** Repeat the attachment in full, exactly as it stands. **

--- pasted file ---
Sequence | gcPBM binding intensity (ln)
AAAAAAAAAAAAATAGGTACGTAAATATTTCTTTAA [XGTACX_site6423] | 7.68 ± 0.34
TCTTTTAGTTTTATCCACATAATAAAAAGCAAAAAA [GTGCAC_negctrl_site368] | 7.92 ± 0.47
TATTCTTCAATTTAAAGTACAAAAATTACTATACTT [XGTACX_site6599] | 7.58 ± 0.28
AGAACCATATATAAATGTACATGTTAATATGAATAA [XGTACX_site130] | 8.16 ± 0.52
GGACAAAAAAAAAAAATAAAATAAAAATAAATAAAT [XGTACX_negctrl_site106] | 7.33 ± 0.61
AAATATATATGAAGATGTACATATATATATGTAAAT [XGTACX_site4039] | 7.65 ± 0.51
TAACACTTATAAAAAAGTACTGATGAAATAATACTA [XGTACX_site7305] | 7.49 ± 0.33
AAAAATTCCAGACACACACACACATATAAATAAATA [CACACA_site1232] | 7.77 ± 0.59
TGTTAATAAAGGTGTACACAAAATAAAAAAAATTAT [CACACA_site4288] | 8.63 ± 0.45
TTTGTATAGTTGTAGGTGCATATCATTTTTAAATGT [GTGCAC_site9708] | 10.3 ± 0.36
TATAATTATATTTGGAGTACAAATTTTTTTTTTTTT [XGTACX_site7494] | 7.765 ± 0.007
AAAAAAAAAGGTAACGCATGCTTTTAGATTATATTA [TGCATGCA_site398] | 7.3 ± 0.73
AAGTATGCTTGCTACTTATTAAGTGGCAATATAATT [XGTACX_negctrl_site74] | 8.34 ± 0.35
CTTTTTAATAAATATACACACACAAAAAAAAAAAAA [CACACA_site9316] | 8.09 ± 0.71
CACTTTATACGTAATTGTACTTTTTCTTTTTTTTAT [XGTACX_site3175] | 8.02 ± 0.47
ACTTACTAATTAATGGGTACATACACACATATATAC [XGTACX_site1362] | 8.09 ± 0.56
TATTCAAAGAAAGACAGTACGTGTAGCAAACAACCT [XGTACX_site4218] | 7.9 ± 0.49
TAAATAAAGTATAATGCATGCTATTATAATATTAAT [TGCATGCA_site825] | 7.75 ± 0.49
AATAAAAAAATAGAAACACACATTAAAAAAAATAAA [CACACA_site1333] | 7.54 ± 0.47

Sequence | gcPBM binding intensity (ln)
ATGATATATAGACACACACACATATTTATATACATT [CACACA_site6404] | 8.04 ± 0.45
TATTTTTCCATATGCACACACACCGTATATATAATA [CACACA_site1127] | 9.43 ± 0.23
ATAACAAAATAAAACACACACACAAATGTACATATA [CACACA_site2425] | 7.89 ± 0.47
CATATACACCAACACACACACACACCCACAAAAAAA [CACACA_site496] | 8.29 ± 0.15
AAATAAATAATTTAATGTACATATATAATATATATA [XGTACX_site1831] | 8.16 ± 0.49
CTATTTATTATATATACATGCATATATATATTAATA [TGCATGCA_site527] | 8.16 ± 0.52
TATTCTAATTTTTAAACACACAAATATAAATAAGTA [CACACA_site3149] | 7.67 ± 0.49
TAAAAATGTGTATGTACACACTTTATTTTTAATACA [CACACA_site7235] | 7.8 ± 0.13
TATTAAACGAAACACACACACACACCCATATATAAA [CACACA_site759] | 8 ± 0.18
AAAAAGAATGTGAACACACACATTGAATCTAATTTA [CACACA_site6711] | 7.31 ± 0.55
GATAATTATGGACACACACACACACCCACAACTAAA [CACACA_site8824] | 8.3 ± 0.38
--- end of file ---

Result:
Sequence | gcPBM binding intensity (ln)
AAAAAAAAAAAAATAGGTACGTAAATATTTCTTTAA [XGTACX_site6423] | 7.68 ± 0.34
TCTTTTAGTTTTATCCACATAATAAAAAGCAAAAAA [GTGCAC_negctrl_site368] | 7.92 ± 0.47
TATTCTTCAATTTAAAGTACAAAAATTACTATACTT [XGTACX_site6599] | 7.58 ± 0.28
AGAACCATATATAAATGTACATGTTAATATGAATAA [XGTACX_site130] | 8.16 ± 0.52
GGACAAAAAAAAAAAATAAAATAAAAATAAATAAAT [XGTACX_negctrl_site106] | 7.33 ± 0.61
AAATATATATGAAGATGTACATATATATATGTAAAT [XGTACX_site4039] | 7.65 ± 0.51
TAACACTTATAAAAAAGTACTGATGAAATAATACTA [XGTACX_site7305] | 7.49 ± 0.33
AAAAATTCCAGACACACACACACATATAAATAAATA [CACACA_site1232] | 7.77 ± 0.59
TGTTAATAAAGGTGTACACAAAATAAAAAAAATTAT [CACACA_site4288] | 8.63 ± 0.45
TTTGTATAGTTGTAGGTGCATATCATTTTTAAATGT [GTGCAC_site9708] | 10.3 ± 0.36
TATAATTATATTTGGAGTACAAATTTTTTTTTTTTT [XGTACX_site7494] | 7.765 ± 0.007
AAAAAAAAAGGTAACGCATGCTTTTAGATTATATTA [TGCATGCA_site398] | 7.3 ± 0.73
AAGTATGCTTGCTACTTATTAAGTGGCAATATAATT [XGTACX_negctrl_site74] | 8.34 ± 0.35
CTTTTTAATAAATATACACACACAAAAAAAAAAAAA [CACACA_site9316] | 8.09 ± 0.71
CACTTTATACGTAATTGTACTTTTTCTTTTTTTTAT [XGTACX_site3175] | 8.02 ± 0.47
ACTTACTAATTAATGGGTACATACACACATATATAC [XGTACX_site1362] | 8.09 ± 0.56
TATTCAAAGAAAGACAGTACGTGTAGCAAACAACCT [XGTACX_site4218] | 7.9 ± 0.49
TAAATAAAGTATAATGCATGCTATTATAATATTAAT [TGCATGCA_site825] | 7.75 ± 0.49
AATAAAAAAATAGAAACACACATTAAAAAAAATAAA [CACACA_site1333] | 7.54 ± 0.47

Sequence | gcPBM binding intensity (ln)
ATGATATATAGACACACACACATATTTATATACATT [CACACA_site6404] | 8.04 ± 0.45
TATTTTTCCATATGCACACACACCGTATATATAATA [CACACA_site1127] | 9.43 ± 0.23
ATAACAAAATAAAACACACACACAAATGTACATATA [CACACA_site2425] | 7.89 ± 0.47
CATATACACCAACACACACACACACCCACAAAAAAA [CACACA_site496] | 8.29 ± 0.15
AAATAAATAATTTAATGTACATATATAATATATATA [XGTACX_site1831] | 8.16 ± 0.49
CTATTTATTATATATACATGCATATATATATTAATA [TGCATGCA_site527] | 8.16 ± 0.52
TATTCTAATTTTTAAACACACAAATATAAATAAGTA [CACACA_site3149] | 7.67 ± 0.49
TAAAAATGTGTATGTACACACTTTATTTTTAATACA [CACACA_site7235] | 7.8 ± 0.13
TATTAAACGAAACACACACACACACCCATATATAAA [CACACA_site759] | 8 ± 0.18
AAAAAGAATGTGAACACACACATTGAATCTAATTTA [CACACA_site6711] | 7.31 ± 0.55
GATAATTATGGACACACACACACACCCACAACTAAA [CACACA_site8824] | 8.3 ± 0.38